THE Minister for Health, Stephen Donnelly, has today confirmed that those aged 12-15 years will be offered an mRNA vaccine to protect themselves from COVID-19.
To date, two mRNA vaccines have been approved by the European Medicines Agency (EMA) for use in this age group – Comirnaty® (Pfizer/BioNTech) and Spikevax® (Moderna). During clinical trials the estimate for efficacy of both vaccines was reported as 100% in these age groups.
Minister Donnelly said: “I am delighted to be in a position to confirm that our young people will be offered an opportunity to protect themselves from COVID-19. Yesterday, I announced that the vaccine registration portal was opening to all those aged 16 and 17 years old and today’s announcement is an important step in offering that same protection to our younger population.
“We are continuing to see an increase in cases of COVID-19 among our young people and vaccination, along with continued adherence to the public health advice, remains the best protection we can offer in terms of reducing the risk of severe disease, maintaining access to educational opportunities and the range of social activities that we are all so conscious this age group in particular have lost due to this pandemic. Support for parents and young people will be made available to help them make the best decision for them.”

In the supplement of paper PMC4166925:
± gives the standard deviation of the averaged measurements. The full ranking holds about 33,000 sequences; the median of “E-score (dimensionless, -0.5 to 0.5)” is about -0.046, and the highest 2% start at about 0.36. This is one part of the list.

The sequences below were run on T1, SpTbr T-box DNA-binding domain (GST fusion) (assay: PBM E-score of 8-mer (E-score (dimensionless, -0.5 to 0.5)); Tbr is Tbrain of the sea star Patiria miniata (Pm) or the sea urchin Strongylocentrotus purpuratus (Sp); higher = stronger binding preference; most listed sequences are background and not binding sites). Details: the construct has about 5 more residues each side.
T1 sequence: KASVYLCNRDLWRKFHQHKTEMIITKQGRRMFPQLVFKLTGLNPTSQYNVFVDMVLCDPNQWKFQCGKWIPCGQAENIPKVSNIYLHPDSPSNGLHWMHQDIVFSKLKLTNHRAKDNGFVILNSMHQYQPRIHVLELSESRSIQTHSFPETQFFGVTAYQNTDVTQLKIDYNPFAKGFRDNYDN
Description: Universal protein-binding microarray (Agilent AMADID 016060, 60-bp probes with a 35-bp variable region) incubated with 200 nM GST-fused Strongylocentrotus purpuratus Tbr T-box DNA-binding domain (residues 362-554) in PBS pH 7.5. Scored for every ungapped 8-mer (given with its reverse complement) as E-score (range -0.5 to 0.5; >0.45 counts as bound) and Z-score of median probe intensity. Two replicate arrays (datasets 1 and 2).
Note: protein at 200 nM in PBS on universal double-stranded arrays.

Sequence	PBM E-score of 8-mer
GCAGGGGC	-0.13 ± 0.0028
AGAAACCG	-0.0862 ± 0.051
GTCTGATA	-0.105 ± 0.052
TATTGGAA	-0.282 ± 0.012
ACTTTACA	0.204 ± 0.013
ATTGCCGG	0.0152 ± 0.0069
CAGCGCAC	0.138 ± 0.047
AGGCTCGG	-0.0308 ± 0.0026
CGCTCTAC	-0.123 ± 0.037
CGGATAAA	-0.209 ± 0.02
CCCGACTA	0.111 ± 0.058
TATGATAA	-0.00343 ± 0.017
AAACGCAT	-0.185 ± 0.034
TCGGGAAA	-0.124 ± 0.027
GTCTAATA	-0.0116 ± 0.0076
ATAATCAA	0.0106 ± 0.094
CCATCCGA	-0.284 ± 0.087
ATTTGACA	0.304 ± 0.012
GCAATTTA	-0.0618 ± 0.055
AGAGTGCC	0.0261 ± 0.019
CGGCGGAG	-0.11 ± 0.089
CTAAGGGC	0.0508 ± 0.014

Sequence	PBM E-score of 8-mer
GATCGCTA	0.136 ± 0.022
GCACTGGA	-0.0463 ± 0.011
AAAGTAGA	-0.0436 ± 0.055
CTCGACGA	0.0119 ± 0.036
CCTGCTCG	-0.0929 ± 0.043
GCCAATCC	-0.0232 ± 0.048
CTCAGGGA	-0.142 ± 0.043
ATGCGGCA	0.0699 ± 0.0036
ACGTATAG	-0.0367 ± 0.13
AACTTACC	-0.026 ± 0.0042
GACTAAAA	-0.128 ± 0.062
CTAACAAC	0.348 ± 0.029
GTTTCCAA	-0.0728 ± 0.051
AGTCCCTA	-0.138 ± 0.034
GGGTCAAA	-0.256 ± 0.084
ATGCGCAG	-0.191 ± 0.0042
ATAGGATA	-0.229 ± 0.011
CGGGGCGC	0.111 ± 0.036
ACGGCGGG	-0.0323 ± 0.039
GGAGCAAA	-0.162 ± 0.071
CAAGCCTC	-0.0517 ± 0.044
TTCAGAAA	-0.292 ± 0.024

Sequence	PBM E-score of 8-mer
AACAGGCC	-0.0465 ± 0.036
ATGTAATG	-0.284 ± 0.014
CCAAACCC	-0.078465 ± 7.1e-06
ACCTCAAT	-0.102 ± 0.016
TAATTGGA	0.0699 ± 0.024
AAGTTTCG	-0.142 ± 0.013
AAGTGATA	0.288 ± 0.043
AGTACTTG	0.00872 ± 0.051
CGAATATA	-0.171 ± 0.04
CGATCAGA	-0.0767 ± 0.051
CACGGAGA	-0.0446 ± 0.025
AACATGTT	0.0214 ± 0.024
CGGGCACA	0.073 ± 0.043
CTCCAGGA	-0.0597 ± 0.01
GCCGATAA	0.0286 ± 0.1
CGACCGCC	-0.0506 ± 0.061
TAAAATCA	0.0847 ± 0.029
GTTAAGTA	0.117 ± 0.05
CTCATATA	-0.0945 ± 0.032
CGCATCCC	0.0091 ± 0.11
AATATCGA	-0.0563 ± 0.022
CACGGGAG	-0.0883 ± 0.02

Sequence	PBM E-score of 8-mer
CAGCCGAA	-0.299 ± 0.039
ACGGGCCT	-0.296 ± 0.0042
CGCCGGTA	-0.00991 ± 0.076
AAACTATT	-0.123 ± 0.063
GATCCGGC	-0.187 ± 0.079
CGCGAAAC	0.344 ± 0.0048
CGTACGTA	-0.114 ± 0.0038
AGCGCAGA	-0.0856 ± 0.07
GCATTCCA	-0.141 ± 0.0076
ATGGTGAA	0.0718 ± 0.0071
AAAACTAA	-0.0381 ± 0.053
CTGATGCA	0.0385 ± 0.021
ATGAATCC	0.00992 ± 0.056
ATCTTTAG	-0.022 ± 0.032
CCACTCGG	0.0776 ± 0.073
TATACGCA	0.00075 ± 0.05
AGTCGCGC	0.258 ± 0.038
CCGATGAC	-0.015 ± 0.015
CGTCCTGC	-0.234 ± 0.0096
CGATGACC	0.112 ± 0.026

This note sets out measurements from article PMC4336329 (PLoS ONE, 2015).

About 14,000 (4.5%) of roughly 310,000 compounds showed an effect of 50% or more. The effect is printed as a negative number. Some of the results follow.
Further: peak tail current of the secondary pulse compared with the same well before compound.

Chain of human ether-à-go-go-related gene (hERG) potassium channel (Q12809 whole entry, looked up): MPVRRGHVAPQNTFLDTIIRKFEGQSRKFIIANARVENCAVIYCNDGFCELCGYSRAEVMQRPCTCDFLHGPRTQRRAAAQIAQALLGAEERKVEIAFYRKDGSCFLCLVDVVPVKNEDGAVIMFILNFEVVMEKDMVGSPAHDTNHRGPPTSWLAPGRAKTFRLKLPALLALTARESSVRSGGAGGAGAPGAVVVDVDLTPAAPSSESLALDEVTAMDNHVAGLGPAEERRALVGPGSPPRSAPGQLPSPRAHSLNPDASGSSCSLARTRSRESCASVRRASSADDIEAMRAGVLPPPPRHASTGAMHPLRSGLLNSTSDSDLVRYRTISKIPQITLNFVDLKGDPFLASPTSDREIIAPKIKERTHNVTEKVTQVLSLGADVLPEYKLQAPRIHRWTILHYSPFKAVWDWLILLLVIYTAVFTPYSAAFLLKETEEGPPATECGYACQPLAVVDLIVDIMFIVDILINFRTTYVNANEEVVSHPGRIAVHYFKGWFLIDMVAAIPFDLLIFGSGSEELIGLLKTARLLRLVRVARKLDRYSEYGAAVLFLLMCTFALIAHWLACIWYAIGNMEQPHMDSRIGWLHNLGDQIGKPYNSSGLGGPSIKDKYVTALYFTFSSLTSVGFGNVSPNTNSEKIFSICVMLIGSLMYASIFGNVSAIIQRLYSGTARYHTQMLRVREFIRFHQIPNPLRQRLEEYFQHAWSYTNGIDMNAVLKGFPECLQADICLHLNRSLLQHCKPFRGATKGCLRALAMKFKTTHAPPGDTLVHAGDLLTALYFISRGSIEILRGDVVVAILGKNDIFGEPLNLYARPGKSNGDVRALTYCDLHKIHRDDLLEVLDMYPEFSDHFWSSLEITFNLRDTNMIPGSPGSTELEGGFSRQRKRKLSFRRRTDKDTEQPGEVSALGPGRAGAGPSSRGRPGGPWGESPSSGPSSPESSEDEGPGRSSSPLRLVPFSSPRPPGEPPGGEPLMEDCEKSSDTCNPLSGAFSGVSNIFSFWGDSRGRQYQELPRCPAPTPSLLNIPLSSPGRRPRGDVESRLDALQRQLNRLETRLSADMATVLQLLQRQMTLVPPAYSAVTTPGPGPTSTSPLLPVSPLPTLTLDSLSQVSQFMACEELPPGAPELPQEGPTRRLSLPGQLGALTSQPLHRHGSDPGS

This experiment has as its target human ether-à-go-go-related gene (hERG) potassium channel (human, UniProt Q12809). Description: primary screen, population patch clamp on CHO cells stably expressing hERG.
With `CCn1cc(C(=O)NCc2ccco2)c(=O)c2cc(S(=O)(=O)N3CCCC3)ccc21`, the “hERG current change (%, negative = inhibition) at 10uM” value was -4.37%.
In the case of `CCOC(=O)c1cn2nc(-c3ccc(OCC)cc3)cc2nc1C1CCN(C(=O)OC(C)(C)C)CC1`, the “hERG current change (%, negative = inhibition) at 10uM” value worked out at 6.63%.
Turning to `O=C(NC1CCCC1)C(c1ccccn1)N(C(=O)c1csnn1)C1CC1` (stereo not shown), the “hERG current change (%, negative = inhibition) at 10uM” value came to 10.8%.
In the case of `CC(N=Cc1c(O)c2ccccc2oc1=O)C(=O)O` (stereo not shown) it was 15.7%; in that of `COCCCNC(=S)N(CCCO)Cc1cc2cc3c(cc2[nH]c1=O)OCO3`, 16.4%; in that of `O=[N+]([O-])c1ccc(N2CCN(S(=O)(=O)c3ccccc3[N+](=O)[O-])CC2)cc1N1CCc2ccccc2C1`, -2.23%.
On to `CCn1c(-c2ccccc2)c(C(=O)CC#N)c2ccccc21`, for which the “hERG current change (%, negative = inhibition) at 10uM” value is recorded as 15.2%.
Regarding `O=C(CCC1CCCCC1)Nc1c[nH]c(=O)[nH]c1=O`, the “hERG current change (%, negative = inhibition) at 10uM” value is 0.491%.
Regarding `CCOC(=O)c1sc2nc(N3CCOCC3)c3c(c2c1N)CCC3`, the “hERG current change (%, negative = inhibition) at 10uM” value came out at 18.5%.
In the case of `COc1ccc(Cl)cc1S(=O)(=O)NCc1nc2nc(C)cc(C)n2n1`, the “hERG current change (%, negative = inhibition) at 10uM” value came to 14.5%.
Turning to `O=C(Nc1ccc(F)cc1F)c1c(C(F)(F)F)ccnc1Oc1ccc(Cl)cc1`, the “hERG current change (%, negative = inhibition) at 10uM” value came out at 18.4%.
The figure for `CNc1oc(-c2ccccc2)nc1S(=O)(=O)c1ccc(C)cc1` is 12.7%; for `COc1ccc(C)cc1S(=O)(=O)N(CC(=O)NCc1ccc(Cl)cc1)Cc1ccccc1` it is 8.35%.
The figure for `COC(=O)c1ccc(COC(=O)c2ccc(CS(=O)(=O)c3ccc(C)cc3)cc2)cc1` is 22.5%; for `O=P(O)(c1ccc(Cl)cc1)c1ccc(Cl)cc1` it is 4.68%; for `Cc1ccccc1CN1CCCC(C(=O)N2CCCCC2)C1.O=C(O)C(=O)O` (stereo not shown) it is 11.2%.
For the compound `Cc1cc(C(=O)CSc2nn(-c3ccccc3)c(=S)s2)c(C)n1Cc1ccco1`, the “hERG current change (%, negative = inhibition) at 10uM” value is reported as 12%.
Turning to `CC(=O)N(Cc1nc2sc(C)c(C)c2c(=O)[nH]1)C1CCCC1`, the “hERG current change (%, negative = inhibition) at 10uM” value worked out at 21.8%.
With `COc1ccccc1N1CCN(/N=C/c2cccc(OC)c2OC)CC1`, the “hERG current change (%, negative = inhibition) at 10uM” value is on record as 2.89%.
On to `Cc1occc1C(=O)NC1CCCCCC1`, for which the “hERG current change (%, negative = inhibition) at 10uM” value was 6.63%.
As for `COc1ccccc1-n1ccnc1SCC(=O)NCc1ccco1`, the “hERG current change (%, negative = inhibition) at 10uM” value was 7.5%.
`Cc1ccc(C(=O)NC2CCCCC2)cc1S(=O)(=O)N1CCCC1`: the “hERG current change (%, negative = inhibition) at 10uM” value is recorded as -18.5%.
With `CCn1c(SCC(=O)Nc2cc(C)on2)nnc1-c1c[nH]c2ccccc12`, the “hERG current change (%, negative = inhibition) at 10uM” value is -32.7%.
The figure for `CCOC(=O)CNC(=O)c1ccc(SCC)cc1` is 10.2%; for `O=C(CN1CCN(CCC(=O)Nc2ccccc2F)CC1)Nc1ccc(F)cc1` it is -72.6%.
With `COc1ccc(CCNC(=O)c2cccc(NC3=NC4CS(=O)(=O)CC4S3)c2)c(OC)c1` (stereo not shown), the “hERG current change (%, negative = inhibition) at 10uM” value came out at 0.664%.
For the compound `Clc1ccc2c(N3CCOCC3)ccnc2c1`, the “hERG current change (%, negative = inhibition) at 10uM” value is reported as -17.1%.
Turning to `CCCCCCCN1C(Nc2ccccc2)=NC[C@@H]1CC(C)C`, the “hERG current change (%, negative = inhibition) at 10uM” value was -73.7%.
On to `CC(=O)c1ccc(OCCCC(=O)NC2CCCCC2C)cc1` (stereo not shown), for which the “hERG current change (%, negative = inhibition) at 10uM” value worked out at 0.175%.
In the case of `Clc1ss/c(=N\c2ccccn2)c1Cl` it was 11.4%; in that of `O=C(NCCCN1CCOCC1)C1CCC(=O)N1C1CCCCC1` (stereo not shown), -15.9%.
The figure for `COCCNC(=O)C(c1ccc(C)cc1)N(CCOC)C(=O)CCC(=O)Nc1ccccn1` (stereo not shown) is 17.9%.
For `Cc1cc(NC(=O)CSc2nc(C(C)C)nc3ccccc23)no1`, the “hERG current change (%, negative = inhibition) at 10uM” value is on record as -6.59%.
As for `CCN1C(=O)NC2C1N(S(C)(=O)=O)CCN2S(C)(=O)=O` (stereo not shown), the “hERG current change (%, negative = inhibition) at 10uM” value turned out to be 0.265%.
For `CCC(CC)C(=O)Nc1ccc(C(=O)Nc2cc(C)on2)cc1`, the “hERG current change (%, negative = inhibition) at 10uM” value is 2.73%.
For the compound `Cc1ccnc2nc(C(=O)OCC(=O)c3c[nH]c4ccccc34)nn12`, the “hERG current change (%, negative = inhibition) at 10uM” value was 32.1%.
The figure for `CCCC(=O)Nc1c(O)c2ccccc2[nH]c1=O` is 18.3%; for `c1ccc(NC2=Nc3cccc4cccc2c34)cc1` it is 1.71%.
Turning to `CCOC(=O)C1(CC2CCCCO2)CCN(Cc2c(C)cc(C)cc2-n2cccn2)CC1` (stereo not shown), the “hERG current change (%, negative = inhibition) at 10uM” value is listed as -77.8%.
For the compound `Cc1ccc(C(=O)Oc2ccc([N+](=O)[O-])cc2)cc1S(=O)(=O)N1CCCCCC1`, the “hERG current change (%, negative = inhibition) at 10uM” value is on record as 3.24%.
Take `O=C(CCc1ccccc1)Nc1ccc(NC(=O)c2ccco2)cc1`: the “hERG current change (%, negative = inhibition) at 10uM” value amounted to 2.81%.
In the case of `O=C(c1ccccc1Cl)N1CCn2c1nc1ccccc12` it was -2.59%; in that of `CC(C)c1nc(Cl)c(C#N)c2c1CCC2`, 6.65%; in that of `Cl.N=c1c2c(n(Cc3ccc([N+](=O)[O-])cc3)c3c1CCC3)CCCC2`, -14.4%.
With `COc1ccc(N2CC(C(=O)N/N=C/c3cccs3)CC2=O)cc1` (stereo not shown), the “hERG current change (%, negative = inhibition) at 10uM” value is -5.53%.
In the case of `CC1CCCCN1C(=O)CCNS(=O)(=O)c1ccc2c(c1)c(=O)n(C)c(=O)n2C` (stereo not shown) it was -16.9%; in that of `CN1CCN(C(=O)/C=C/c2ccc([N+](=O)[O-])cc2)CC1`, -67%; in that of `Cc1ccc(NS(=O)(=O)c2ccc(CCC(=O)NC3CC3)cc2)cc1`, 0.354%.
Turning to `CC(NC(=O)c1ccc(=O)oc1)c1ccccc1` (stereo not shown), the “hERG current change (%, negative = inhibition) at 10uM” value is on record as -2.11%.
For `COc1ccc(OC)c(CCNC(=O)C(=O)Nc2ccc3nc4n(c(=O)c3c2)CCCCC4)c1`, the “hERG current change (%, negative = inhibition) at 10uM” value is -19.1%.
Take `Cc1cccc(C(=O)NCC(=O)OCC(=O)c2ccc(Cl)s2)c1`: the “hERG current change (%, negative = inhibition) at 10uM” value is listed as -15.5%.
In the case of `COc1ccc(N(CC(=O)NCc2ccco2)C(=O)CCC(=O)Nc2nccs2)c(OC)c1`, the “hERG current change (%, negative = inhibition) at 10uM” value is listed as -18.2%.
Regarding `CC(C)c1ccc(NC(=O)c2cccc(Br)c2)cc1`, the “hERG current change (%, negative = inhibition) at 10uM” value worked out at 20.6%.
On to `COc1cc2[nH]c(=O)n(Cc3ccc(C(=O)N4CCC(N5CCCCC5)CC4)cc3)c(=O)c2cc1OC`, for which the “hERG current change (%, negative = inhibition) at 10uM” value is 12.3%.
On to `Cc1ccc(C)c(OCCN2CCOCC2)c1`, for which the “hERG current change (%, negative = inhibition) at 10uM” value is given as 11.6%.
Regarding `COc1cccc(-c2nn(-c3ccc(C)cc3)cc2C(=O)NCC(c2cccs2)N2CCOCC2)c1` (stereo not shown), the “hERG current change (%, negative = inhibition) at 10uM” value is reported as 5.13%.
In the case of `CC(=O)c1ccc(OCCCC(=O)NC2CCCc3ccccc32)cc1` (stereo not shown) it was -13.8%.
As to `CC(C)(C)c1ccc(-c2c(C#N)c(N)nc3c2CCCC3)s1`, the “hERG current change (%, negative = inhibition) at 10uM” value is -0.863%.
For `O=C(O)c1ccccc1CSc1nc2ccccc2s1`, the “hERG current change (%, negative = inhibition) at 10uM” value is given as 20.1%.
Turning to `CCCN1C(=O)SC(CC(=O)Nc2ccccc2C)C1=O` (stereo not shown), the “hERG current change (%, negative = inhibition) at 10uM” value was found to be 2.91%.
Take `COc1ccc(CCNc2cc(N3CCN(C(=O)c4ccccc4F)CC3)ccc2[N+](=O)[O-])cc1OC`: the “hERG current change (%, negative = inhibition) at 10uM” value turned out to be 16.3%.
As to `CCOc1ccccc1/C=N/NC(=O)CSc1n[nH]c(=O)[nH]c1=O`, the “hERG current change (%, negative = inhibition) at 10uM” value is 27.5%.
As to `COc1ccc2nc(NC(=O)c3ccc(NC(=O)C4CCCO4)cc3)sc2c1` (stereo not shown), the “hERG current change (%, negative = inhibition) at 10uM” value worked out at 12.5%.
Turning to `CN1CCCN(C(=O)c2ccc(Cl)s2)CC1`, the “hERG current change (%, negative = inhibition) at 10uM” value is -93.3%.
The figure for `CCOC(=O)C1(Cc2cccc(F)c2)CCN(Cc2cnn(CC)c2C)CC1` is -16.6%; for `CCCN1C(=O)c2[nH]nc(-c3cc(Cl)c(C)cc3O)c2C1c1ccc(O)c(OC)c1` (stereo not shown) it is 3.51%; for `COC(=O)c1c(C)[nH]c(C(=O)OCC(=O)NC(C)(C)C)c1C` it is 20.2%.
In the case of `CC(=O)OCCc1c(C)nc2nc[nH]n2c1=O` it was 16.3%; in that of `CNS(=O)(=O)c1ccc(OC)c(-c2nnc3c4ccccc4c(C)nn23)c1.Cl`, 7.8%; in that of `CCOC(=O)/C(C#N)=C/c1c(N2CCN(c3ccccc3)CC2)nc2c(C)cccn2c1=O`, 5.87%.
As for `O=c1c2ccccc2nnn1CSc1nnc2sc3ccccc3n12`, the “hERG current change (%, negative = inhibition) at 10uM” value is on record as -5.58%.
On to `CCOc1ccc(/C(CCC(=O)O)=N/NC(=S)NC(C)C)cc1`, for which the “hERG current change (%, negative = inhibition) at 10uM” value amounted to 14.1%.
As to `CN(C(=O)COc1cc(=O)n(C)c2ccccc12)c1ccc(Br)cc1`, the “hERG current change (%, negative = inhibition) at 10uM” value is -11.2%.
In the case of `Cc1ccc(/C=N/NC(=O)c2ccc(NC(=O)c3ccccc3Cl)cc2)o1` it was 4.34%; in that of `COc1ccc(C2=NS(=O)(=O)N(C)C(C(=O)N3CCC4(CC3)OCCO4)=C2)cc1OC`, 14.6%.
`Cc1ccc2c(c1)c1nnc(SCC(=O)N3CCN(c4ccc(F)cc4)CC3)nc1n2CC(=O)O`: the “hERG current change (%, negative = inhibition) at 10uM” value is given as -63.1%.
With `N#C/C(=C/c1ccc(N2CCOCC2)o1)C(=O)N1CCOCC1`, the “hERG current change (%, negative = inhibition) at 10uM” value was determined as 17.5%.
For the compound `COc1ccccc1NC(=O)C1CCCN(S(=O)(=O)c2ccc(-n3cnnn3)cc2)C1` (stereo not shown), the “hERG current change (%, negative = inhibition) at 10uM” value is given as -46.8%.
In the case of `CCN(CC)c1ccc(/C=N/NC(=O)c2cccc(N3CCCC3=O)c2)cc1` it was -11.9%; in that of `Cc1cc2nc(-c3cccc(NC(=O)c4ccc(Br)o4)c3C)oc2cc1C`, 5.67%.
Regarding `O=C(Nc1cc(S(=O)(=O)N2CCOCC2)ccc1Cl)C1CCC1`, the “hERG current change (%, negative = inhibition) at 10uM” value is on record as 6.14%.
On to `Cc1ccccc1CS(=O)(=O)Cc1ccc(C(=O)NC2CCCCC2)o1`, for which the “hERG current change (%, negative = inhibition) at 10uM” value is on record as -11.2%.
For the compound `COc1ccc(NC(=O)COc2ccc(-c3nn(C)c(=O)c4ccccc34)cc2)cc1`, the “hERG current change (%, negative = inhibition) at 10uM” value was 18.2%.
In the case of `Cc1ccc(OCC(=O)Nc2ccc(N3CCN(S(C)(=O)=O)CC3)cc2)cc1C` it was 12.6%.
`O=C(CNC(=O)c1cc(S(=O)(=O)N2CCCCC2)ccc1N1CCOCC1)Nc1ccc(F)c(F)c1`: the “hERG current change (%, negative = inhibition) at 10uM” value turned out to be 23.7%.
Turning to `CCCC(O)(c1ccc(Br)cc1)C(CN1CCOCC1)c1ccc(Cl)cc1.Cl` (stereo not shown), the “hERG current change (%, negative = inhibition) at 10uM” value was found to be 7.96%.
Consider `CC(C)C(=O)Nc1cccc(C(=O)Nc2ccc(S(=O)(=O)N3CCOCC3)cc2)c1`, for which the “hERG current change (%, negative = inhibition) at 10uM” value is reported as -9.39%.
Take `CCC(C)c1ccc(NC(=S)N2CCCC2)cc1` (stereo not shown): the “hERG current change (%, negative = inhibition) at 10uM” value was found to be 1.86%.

Our vaccination programme is well ahead of schedule with 16/17 year-olds registering today.
Cabinet has now approved offering vaccines to 12-15 year-olds.
We'll make clear information for parents available in the coming days and announce soon when registration can begin. pic.twitter.com/kEqRpqCznV
— Stephen Donnelly (@DonnellyStephen) July 27, 2021
“The outstanding progress of our COVID-19 vaccination programme is making continues. To date, we have administered 5.55 million doses. This has resulted in a marked reduction in levels of severe disease and hospitalisation and enabled us to continue with the safe re-opening of Irish society.” Minister Donnelly said.
Minister Donnelly also confirmed that the Department of Health and the Department of Foreign Affairs are engaging on matters relating to the donation of COVID-19 vaccine which, in the short to medium term at least, will not be required in Ireland.
“Ireland’s involvement in COVAX is further evidence of the strong sense of global solidarity that all Irish people feel and is an extension of the ongoing international support we have offered to countries suffering from the impact of COVID-19. Ireland is committed to the global coordinated effort to foster equitable access to COVID-19 vaccines.
“While addressing the needs of our own population, we must also meet, our international humanitarian responsibilities. Since Ireland’s Vaccination Programme began late last year, the principles of moral equality, fairness and solidarity have been our guiding light. Ireland’s involvement in the international COVAX effort is a natural extension of that objective.”